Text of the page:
MANILA, Philippines – The Philippine economy expanded 7.8 per cent in the first quarter, the fastest pace since 2010 and outpacing China, led by growth in services and industry.
Officials said Thursday that the quarterly growth rate was the highest since reformist President Benigno Aquino III took office in 2010 on a promise to fight corruption and cut poverty. Aquino’s allies won majorities in both houses of Congress in elections early this month, making it possible for Aquino to push through with his legislative agenda in the remaining three years in power.
The Philippines has bucked a regional trend of slowing growth amid recession in Europe and a slow recovery in the United States. It expanded faster than Asian powerhouse China, where the economy unexpectedly slowed to 7.7 per cent growth in the first quarter.
Socioeconomic Planning Secretary Arsenio Balisacan said the Philippines hopes to achieve a target of 7 per cent to 8 per cent annual growth by 2016.
The fourth-quarter 2012 growth was revised from 6.8 per cent to 7.1 per cent. In 2012, the economy grew 6.8 per cent.
Despite the impressive growth figures, the Philippines faces many challenges. Among them, the global slowdown, excessive capital inflows and natural disasters, an annual occurrence in the Southeast Asian country where poor infrastructure and rice fields suffer damage from typhoons and floods.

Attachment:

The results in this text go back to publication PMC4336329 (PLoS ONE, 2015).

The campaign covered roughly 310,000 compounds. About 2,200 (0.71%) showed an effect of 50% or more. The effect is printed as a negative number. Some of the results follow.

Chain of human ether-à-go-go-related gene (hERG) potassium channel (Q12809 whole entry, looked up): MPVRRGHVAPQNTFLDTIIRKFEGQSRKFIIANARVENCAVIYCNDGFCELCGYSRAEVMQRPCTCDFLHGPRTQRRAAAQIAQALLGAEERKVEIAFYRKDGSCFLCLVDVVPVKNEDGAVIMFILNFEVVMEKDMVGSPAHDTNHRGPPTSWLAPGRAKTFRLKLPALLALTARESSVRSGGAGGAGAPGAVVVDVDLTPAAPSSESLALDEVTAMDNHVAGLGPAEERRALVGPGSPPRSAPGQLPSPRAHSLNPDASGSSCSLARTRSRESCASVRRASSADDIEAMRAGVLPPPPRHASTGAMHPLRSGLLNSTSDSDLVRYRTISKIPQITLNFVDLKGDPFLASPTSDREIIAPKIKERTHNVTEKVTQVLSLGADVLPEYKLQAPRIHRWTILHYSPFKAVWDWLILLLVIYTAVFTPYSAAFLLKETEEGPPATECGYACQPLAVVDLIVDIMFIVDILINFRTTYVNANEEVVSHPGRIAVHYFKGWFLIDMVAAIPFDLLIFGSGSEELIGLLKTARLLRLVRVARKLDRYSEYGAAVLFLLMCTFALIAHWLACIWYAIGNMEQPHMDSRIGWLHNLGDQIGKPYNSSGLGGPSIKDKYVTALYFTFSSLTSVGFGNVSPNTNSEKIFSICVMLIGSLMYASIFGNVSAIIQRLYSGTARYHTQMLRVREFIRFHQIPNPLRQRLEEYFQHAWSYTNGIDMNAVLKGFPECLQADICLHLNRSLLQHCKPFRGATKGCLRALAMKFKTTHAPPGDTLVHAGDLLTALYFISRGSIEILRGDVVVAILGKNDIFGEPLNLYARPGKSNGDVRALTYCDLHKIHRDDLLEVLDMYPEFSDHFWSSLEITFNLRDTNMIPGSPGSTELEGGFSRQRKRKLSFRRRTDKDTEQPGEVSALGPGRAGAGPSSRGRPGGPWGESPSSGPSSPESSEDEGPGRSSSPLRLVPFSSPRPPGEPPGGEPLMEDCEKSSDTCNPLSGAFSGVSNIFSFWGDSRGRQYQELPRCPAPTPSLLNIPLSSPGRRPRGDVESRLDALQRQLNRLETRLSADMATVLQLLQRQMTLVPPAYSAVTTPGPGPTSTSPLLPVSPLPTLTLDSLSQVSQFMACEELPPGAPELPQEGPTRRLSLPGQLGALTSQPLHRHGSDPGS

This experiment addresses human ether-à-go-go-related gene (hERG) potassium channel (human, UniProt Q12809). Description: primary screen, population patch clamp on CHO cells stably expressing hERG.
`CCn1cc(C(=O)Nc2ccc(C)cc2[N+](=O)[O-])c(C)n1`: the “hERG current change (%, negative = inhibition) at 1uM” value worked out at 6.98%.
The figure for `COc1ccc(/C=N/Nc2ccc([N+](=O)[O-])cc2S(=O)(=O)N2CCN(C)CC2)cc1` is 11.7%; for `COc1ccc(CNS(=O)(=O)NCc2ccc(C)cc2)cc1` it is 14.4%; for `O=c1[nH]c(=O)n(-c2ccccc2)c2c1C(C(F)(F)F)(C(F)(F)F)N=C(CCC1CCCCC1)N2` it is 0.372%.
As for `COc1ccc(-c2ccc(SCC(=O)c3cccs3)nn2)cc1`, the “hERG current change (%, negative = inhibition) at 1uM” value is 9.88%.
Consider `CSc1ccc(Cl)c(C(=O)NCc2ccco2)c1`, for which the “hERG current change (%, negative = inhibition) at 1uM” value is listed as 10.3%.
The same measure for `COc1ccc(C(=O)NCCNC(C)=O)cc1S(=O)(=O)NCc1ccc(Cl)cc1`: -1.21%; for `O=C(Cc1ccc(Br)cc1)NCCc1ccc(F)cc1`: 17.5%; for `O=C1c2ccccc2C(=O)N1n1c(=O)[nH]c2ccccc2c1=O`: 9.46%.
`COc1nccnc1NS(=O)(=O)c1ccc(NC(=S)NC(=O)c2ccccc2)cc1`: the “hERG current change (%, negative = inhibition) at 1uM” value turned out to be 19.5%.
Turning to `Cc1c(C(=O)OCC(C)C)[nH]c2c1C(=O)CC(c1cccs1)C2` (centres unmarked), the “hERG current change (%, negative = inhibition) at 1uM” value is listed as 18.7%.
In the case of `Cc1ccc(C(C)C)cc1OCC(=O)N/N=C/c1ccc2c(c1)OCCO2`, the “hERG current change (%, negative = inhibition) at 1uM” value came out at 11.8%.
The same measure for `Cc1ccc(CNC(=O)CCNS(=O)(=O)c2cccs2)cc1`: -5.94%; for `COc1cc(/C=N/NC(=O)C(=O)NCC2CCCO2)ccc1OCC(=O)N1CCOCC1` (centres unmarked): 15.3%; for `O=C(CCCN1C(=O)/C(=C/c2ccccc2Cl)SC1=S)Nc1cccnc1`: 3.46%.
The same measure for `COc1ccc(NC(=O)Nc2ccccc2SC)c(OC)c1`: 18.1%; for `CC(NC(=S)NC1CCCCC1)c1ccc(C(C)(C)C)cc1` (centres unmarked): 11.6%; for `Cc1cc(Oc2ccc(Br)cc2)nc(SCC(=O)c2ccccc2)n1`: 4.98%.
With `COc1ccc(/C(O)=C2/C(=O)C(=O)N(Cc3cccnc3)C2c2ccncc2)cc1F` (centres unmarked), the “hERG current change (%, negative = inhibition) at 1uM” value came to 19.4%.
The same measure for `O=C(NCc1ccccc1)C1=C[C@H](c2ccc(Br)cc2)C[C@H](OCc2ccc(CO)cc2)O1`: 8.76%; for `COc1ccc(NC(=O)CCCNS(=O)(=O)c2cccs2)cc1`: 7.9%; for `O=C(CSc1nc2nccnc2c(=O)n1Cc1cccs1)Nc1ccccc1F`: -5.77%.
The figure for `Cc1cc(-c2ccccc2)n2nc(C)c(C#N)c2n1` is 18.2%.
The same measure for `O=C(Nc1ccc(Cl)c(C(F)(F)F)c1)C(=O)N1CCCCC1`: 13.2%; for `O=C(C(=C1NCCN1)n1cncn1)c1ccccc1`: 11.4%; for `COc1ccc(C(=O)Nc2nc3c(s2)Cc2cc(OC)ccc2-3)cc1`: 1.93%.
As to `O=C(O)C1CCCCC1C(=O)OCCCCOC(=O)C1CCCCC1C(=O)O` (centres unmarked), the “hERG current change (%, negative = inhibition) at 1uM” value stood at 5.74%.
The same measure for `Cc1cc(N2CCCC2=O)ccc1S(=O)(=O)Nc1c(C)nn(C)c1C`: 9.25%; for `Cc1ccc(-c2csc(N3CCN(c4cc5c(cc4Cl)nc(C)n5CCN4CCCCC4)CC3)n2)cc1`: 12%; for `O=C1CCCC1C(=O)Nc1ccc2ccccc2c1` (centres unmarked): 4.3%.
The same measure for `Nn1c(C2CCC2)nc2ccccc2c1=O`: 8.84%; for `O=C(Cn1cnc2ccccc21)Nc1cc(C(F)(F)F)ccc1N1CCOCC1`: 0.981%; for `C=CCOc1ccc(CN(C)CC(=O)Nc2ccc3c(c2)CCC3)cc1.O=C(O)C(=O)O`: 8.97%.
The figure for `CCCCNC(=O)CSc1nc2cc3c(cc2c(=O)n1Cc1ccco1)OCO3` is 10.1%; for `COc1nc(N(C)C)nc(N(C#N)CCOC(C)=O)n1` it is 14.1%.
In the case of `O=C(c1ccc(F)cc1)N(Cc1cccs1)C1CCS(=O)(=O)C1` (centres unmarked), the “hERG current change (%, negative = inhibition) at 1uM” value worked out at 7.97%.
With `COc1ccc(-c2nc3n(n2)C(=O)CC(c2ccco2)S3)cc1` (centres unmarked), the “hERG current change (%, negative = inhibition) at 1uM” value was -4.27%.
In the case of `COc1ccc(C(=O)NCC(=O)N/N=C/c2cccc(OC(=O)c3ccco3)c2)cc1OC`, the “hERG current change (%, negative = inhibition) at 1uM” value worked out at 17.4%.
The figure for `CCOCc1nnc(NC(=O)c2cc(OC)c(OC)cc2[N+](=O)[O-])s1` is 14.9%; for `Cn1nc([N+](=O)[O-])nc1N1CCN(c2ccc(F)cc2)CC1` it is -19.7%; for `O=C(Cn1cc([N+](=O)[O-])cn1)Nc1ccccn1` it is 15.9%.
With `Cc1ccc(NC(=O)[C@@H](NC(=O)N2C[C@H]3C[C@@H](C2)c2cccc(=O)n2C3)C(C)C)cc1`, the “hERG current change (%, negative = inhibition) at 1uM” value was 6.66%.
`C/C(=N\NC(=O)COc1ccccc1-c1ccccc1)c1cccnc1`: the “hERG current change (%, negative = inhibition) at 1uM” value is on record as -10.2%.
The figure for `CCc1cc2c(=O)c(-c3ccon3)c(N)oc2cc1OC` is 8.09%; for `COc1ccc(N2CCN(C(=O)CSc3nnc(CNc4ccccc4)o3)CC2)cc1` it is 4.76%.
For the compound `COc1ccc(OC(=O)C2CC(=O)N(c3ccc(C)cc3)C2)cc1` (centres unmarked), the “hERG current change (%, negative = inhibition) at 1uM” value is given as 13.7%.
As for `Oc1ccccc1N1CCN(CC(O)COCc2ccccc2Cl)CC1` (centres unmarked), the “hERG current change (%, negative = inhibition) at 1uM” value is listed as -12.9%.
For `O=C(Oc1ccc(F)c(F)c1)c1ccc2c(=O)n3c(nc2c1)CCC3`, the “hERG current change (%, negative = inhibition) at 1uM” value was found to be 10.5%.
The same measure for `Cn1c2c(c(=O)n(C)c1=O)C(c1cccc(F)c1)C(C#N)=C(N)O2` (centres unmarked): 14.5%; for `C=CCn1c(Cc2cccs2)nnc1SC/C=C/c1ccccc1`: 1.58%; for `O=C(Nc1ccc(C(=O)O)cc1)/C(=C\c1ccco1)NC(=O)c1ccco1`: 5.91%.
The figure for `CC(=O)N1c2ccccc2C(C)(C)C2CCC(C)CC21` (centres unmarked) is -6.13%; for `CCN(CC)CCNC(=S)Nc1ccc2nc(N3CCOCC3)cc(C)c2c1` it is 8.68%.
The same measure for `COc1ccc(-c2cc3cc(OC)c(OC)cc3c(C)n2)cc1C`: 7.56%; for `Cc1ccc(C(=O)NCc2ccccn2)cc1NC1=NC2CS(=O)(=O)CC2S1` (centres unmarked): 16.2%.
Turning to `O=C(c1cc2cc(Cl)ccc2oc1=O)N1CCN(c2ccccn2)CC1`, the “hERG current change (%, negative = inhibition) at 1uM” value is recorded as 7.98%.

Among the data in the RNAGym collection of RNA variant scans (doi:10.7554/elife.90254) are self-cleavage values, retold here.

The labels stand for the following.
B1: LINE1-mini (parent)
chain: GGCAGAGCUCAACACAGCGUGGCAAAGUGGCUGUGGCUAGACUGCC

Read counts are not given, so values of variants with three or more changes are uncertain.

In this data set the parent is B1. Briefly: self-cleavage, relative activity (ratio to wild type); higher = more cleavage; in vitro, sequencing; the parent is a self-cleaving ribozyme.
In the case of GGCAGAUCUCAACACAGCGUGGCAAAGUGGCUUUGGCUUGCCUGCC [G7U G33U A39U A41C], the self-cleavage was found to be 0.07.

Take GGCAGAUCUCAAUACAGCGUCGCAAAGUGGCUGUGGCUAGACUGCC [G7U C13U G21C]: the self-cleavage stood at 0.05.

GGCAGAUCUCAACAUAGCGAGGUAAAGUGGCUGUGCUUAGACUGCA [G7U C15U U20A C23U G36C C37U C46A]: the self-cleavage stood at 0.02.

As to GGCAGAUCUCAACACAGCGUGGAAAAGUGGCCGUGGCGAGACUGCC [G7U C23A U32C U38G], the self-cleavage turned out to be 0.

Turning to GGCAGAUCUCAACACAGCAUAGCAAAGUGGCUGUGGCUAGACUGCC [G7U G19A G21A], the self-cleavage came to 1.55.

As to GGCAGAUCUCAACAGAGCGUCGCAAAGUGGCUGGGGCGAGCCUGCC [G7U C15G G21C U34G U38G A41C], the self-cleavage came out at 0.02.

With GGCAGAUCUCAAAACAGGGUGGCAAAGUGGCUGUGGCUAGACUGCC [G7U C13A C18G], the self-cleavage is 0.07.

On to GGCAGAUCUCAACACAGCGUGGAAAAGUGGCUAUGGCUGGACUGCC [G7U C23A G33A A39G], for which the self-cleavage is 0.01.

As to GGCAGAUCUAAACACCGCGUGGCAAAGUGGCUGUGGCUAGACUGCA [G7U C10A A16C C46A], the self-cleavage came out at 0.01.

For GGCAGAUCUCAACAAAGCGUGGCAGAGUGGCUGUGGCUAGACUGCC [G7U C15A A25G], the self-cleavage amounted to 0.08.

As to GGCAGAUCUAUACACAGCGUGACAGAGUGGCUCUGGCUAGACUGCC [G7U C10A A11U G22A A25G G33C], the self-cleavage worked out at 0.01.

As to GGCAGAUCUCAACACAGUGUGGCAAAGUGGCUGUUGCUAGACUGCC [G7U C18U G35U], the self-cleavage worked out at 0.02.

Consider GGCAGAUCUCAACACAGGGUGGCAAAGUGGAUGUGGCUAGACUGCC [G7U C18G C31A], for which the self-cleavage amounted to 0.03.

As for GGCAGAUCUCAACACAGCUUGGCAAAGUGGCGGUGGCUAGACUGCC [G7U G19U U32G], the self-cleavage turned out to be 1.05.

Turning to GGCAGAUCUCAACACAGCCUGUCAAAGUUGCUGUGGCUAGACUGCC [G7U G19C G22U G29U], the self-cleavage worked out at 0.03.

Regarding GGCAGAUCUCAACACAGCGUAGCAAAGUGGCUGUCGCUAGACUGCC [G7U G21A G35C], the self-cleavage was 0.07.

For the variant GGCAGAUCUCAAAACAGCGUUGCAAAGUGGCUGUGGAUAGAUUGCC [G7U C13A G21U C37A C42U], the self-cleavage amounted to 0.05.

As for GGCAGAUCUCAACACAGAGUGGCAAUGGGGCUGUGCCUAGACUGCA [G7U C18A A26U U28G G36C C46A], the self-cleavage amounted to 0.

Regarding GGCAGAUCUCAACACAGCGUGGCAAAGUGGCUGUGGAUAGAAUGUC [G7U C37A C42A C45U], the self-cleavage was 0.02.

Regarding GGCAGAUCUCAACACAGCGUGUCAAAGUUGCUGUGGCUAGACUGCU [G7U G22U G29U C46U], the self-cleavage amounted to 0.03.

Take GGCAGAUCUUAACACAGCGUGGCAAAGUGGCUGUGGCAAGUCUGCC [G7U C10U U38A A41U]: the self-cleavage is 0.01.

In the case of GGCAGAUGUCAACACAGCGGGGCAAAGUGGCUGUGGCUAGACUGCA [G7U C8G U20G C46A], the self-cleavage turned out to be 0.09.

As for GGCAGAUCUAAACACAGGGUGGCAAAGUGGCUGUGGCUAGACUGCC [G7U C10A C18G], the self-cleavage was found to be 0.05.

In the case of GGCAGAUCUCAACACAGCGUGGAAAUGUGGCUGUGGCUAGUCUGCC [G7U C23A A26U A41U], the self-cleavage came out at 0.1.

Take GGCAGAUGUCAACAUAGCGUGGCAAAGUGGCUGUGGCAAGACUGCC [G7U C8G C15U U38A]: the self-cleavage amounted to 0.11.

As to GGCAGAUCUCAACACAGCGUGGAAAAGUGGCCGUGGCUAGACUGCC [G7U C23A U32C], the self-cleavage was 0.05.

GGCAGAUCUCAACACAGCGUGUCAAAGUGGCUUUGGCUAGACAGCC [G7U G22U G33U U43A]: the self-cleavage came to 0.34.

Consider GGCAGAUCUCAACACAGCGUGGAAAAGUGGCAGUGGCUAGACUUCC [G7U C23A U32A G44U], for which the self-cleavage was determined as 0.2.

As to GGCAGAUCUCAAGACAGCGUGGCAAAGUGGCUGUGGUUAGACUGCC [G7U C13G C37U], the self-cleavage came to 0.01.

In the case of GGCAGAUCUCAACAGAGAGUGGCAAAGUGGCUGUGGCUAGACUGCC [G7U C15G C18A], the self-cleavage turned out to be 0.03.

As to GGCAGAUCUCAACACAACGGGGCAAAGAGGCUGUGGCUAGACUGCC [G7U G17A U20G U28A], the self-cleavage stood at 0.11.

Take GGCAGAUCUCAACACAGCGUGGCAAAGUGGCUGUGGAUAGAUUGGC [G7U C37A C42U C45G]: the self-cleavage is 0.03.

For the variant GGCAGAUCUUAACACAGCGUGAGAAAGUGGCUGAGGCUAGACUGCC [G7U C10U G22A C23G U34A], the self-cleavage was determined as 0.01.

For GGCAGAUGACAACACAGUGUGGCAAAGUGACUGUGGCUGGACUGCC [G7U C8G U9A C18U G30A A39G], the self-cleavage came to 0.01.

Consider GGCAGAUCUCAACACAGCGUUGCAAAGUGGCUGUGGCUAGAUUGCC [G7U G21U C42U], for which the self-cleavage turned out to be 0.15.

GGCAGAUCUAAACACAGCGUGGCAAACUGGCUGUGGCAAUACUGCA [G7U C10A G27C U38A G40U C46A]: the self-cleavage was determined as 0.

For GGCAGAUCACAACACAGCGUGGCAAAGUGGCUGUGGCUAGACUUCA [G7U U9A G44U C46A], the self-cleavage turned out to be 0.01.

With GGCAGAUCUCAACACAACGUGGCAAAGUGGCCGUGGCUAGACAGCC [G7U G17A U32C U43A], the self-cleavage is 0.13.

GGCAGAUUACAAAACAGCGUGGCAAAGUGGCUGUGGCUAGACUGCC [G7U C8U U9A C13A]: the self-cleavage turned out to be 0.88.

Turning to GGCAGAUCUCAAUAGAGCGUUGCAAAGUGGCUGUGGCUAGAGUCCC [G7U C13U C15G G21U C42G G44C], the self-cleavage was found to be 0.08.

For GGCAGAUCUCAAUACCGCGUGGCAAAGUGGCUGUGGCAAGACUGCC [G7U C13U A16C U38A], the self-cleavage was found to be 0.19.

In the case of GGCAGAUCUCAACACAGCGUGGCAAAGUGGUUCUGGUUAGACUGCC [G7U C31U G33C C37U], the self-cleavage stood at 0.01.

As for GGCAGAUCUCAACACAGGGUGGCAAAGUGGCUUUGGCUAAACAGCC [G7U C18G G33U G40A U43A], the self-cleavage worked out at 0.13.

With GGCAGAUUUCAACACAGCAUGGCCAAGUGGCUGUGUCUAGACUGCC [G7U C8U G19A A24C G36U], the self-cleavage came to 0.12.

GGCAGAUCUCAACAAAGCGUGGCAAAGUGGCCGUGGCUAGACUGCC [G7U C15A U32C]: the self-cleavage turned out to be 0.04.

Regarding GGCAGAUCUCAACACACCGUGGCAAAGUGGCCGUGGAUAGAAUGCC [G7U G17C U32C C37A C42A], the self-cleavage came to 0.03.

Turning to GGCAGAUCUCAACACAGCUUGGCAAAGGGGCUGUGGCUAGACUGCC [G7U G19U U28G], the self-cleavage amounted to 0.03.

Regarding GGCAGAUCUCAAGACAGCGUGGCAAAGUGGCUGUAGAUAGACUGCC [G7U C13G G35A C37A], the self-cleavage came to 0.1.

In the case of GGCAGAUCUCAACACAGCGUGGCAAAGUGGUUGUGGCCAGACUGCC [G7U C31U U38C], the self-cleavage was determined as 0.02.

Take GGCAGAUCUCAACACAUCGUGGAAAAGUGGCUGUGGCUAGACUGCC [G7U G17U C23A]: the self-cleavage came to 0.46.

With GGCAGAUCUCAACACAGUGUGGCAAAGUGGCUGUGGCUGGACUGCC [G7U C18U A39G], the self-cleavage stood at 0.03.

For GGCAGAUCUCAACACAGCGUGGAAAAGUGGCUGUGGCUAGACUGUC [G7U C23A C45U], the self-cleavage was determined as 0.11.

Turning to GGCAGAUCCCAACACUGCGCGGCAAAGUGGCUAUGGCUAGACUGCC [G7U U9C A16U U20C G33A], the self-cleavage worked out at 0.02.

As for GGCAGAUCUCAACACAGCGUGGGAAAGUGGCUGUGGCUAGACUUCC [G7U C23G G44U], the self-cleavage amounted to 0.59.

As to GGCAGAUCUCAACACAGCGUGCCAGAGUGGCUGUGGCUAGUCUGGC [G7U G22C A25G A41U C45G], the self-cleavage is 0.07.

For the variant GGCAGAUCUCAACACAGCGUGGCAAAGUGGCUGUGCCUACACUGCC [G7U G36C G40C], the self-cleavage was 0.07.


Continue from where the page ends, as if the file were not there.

“Disasters can negate the gains and even push back development. Moreover, the global economy remains fragile, negatively affecting our trade performance,” Balisacan told reporters.
“Due to the attractive investment opportunities, we are also at risk of receiving too much capital inflows as advanced economies implement quantitative easing. The challenge is to channel these inflows into productive investments,” he said.
All sectors contributed to the first-quarter growth, with services growing 7 per cent, industry 10.9 per cent and agriculture 3.3 per cent.
Increased consumer and government spending was accompanied by investment in construction, the National Statistical Coordination Board said.
Domestic consumption remained the main driver of growth, fueled by remittances from about 10 million overseas Filipino workers. Last year, they sent back $24 billion, which accounts for 10 per cent of the country’s economic output. It makes the Philippines the third largest recipient of remittances in the world, after India and China and on par with Mexico.
There has been little progress in job creation. The Asian Development Bank says that nearly half of those working within the country are classified as vulnerable — unpaid family workers and the self-employed, mostly in the informal sector. Economists have urged the government to diversify the economy by revamping the educational system and providing employment opportunities in manufacturing.
The proliferation of call centres has made outsourcing one of the fastest growing industries with revenue of $11 billion in 2011. But for the large pool of unskilled labour, those jobs are out of reach. Poverty rates remain high, with about a third of the population living on $2 a day.
Balisacan said that the government understood that for growth to be inclusive, the poor must be linked to the growth industries.
“The faster this can be done, the better it will be for the greater number of our people,” he said.